Food waste has been identified as a substantial problem in the context of sustainability. Around one third of the food that is produced goes to waste, together with all the resources necessary for its production (FAO, 2016). Although food waste occurs at various stages of food production, a large part is the food waste that occurs at the market and consumption stage (40%). This indicates that a change in consumers’ behavior might already lead to a great improvement of the issue.

Whether consumers are willing to try to reduce food waste is determined by three factors: whether reducing food waste is perceived as something good, concerns about getting sick when eating leftovers and food passed the “best before” date, and the belief that one can achieve a reduction in food waste (Visschers, Wickly, & Siegrist, 2016). These intentions can be predictive of our actual behavior, whether we decide to throw something away or to still use it. However, our actual behavior related to food waste is besides our intentions also determined by less conscious factors, such as habits and emotions (Russel, Young, Unsworth, & Robinson, 2017).

Nudging might help to reduce food waste
To change behavior, nudges have become quite popular; small changes in the environment to nudge behavior in an anticipated direction without excluding other behavior (Thaler & Sustein, 2008 as cited in Marchiori, Adriaanse, & De Ridder, 2017). There are two kinds of nudges that might be useful in reducing food waste: subtle nudges that we are not aware of but that direct behavior in the particular context, and nudges that we are aware of and might direct behavior plus help to create intentions to perform similar behavior in another context. The subtle nudges can through responding to unconscious processes contribute to a reduction of food waste. For example, using smaller plates for serving food in a restaurant and conveying the norm that it is okay to make use of the buffet several times, cuts down the food waste significantly by 20% in this specific context (Kallbekken & Sælen, 2013). However, this reduction in food waste might remain specific to this situation and not direct behavior in another situation (Marchiori et al., 2017).

Nudges are observed to be helpful in promoting healthy choices and in a similar manner it might be helpful in promoting the sale of imperfect fruit and vegetables in the supermarket or the use of overripe fruit and vegetables and leftovers at home instead of throwing it away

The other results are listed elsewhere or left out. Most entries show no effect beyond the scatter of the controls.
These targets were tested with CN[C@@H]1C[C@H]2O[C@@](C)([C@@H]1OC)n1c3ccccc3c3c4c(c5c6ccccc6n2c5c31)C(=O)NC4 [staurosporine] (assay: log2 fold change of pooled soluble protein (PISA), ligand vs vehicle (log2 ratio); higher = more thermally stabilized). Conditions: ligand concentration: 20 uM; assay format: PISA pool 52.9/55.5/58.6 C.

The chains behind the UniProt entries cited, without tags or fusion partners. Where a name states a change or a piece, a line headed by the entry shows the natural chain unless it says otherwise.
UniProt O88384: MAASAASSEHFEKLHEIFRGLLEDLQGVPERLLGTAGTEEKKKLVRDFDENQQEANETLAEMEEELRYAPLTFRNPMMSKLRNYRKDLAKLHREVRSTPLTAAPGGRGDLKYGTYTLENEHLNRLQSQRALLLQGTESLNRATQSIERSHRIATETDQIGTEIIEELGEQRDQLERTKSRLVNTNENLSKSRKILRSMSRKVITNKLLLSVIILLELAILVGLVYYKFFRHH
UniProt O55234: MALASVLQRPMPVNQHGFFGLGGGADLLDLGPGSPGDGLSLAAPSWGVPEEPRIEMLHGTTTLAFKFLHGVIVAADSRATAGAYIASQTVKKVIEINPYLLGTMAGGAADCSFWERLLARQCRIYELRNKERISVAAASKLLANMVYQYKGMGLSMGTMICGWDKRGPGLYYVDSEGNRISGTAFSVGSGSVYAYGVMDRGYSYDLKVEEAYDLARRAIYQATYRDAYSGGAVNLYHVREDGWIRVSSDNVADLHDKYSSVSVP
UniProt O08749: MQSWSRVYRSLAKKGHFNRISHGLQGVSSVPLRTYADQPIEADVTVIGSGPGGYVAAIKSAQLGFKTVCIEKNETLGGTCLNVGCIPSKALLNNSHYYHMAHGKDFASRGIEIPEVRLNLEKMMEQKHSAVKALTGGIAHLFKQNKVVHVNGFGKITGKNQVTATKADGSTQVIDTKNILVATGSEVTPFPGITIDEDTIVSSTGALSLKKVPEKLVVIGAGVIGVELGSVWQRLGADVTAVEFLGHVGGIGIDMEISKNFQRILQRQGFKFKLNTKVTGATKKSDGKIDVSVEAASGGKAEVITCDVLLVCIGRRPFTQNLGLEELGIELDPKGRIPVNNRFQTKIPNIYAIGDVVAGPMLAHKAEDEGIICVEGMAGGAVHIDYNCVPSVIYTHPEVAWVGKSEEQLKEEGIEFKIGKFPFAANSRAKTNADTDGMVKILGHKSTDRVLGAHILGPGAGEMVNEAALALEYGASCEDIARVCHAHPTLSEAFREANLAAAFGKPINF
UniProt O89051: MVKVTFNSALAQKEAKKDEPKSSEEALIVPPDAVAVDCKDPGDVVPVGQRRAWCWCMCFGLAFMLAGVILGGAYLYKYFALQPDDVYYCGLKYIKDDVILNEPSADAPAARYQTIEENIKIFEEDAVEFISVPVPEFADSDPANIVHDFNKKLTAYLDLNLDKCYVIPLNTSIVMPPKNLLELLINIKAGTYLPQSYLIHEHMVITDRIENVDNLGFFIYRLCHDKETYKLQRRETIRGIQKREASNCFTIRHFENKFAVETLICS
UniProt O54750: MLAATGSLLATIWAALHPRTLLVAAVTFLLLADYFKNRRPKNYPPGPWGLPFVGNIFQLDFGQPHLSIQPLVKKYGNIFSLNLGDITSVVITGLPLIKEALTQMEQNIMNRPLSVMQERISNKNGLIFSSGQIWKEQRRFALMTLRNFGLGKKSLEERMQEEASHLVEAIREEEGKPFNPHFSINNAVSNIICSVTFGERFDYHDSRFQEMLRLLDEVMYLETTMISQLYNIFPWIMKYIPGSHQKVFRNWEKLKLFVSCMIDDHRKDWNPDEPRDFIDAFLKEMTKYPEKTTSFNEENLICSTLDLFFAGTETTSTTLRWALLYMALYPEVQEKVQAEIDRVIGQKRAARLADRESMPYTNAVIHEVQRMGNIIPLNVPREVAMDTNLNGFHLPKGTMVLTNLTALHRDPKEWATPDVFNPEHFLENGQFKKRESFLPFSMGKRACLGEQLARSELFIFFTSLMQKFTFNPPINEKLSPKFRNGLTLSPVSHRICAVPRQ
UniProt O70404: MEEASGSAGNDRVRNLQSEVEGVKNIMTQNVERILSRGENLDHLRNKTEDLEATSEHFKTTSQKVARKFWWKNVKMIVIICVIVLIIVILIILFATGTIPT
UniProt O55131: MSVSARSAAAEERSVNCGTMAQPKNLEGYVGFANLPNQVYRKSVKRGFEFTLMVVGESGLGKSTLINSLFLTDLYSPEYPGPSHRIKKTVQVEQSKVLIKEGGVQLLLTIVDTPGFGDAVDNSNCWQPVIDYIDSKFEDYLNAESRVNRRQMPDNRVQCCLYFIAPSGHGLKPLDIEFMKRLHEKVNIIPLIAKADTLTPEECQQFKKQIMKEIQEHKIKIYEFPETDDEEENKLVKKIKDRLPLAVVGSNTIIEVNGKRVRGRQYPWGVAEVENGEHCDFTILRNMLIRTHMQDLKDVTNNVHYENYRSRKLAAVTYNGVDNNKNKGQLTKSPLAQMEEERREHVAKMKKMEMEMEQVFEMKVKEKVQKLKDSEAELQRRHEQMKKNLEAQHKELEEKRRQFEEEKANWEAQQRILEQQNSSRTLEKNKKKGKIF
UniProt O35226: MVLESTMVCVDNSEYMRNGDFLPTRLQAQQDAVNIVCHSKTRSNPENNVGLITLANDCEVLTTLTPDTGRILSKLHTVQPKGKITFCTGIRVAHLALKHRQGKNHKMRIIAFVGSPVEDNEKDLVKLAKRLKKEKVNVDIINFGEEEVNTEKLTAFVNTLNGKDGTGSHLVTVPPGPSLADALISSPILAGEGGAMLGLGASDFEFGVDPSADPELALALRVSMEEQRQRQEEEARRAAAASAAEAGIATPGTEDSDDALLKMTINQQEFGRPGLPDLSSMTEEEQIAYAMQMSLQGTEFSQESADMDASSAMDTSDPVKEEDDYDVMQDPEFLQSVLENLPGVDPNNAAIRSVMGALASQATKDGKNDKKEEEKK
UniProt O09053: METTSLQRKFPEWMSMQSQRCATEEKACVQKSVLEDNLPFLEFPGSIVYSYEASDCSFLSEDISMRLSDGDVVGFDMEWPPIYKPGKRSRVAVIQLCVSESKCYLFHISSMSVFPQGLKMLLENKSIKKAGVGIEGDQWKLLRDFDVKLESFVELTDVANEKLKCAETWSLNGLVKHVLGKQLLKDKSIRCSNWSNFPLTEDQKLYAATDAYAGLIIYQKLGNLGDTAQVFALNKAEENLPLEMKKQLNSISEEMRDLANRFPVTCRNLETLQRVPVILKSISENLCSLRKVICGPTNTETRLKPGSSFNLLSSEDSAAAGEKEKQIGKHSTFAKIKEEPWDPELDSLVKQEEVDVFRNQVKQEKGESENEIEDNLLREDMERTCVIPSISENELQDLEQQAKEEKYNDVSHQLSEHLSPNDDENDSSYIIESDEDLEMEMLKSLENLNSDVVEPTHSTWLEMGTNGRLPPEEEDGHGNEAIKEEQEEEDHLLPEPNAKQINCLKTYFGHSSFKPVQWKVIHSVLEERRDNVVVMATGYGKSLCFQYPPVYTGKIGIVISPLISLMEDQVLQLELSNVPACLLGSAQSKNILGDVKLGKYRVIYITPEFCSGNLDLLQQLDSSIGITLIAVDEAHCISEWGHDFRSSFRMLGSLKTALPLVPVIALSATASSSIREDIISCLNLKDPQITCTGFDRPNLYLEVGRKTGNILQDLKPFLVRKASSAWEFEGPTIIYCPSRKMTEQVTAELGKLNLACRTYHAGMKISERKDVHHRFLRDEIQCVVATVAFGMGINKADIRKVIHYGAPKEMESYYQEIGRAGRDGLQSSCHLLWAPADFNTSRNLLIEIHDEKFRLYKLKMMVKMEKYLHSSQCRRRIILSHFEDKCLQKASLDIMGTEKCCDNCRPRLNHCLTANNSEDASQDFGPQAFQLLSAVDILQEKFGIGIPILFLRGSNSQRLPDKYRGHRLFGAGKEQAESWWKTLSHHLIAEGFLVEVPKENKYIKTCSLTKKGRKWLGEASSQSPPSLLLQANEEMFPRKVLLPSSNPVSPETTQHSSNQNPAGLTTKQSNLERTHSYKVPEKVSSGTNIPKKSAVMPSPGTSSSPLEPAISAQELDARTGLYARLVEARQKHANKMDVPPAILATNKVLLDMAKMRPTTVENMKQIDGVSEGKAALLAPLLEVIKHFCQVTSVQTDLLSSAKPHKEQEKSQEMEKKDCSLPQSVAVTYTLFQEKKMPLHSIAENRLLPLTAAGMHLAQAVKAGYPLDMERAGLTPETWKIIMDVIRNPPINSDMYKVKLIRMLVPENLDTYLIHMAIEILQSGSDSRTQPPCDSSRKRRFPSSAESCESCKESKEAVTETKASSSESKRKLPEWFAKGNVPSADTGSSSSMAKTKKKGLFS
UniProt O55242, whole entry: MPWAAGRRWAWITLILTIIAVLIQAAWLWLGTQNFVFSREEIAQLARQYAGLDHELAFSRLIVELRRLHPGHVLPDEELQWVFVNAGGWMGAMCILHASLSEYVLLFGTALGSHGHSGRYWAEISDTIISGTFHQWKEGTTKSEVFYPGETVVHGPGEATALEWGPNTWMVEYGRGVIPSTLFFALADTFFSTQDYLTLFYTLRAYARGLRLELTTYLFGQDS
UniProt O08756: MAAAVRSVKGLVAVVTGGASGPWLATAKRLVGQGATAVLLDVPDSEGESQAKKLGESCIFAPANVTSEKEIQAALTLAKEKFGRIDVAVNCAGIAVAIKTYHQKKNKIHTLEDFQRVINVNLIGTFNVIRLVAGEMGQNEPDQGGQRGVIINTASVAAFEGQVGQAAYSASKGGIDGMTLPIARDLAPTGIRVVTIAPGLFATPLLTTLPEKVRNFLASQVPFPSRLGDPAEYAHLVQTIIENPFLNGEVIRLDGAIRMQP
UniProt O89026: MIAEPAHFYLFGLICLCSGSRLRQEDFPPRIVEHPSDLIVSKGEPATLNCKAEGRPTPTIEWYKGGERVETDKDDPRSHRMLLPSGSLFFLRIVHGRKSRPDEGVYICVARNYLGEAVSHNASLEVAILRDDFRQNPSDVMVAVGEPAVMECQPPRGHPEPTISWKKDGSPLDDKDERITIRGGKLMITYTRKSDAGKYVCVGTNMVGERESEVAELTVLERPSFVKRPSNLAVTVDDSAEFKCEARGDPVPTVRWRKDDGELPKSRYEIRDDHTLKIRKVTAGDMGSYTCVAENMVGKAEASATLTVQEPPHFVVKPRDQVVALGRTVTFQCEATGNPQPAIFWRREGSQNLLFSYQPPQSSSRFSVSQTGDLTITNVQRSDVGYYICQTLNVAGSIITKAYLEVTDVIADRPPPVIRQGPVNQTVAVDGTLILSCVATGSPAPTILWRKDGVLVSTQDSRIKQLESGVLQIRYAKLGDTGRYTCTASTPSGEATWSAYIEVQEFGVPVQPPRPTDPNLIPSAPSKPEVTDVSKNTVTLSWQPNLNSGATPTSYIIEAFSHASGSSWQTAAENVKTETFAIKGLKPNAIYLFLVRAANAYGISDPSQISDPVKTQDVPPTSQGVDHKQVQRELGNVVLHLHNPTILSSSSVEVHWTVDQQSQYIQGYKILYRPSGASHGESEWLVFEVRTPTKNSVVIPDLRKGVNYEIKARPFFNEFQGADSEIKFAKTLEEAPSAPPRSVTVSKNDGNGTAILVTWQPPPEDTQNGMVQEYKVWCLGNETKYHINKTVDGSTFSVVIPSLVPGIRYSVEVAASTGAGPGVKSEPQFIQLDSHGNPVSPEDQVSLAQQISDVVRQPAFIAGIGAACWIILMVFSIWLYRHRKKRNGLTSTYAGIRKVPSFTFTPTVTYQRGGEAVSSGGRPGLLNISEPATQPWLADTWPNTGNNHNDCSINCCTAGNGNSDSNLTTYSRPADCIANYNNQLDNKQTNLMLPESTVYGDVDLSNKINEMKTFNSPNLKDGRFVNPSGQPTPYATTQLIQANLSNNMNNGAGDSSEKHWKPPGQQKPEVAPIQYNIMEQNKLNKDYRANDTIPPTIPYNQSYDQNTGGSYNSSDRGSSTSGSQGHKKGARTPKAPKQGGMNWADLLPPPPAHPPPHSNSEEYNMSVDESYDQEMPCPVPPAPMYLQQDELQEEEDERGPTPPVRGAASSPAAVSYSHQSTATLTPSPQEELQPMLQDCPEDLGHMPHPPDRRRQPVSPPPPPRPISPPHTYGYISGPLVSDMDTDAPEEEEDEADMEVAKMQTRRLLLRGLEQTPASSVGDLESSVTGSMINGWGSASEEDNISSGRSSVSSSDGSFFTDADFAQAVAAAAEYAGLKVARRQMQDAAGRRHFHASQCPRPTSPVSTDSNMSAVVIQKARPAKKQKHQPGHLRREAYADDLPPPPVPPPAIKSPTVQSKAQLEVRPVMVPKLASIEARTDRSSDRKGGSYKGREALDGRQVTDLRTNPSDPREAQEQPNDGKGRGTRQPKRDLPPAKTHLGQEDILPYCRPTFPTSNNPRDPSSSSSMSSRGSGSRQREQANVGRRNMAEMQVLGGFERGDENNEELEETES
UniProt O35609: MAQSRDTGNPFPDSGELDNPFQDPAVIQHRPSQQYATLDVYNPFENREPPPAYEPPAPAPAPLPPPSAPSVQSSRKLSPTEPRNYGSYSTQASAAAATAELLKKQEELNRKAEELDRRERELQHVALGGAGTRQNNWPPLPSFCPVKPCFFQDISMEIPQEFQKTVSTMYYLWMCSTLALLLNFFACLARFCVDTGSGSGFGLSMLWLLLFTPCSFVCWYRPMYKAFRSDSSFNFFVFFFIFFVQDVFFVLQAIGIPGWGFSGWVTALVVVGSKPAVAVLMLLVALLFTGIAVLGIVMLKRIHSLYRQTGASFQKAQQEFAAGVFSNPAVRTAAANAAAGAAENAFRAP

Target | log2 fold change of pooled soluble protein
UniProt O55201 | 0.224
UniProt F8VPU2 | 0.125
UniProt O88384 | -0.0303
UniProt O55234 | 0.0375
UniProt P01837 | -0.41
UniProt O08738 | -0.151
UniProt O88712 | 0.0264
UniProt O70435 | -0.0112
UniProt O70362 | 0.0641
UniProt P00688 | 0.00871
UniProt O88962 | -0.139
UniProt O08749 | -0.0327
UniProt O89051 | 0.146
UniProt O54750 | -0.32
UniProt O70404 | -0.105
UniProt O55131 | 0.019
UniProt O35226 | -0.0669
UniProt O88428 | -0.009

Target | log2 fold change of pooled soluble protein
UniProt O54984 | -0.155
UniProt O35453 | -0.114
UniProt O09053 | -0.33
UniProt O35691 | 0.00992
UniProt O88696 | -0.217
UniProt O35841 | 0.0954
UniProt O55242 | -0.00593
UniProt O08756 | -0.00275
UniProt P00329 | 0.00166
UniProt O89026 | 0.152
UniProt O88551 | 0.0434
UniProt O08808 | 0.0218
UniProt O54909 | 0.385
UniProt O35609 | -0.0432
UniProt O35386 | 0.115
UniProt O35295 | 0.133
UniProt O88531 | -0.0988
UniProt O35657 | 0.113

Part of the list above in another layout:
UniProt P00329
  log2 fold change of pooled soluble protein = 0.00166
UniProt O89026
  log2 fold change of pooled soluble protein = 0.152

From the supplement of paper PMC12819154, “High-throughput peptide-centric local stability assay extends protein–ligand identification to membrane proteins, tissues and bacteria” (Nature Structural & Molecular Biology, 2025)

Create a positive attitude: 'framing'
Because intentions also contribute to the reduction of food waste, it might be more fruitful to use less subtle nudges to create positive attitudes towards reducing food waste and empower people to achieve a reduction in food waste. For example, researchers tried to promote the sale of imperfect fruit, in this case bananas with some blemishes, by presenting the fruit in combination with different signs from “I might not have the looks, but I am super tasty! Convince yourself!” to “Grab me! Too good to waste. For the sake of the environment!” and “Get me for a special price! Save money!” (Rohm et al., 2017). When the imperfect bananas were presented with the reference to the environment, framing buying the bananas as a sustainable choice, more of these imperfect bananas were taken. This sign was even more effective than lowering the price of the banana. This intervention not only directly reduces food waste but might also help disrupt the habit of searching for the most perfect piece of fruit (Russell et al., 2017) and give insight in which choices matter for producing food waste and how our individual choices contribute.

Nudges are observed to be helpful in promoting healthy choices and in a similar manner it might be helpful in promoting the sale of imperfect fruit and vegetables in the supermarket or the use of overripe fruit and vegetables and leftovers at home instead of throwing it away (Just & Swigert, 2016). Although much research has focused on what determines our decisions related to food waste, not much research has focused on what helps to reduce food waste. Nudges might be a useful means to reduce food waste and should be further explored. And maybe we should start with the less subtle nudges as these nudges not only direct behavior in a specific context but might also contribute to the formulation of good intentions that generalize into other contexts.

- Food and Agriculture Organization of the United Nation (FAO), 2016. Save food: Global initiative on food loss and waste reduction. Retrieved from
- Just, D. R., & Swigert, J. M. (2016). The role of nudges in reducing food waste. In Food security in a food abundant world: An individual country perspective (pp. 215-224). Emerald Group Publishing Limited.
- Kallbekken, S., & Sælen, H. (2013). ‘Nudging’ hotel guests to reduce food waste as a win–win environmental measure. Economics Letters, 119(3), 325-327.
- Marchiori, D. R., Adriaanse, M. A., & De Ridder, D. T. (2017). Unresolved questions in nudging research: Putting the psychology back in nudging. Social and Personality Psychology Compass, 11(1), e12297.
- Rohm, H., Oostindjer, M., Aschemann-Witzel, J., Symmank, C., L Almli, V., de Hooge, I. E., ... & Karantininis, K. (2017). Consumers in a Sustainable Food Supply Chain (COSUS): Understanding consumer behavior to encourage food waste reduction. Foods, 6(12), 104.
- Russell, S. V., Young, C. W., Unsworth, K. L., & Robinson, C. (2017). Bringing habits and emotions into food waste behaviour. Resources, Conservation and Recycling, 125, 107-114.
- Visschers, V. H., Wickli, N., & Siegrist, M. (2016). Sorting out food waste behaviour: A survey on the motivators and barriers of self-reported amounts of food waste in households. Journal of Environmental Psychology, 45, 66-78.

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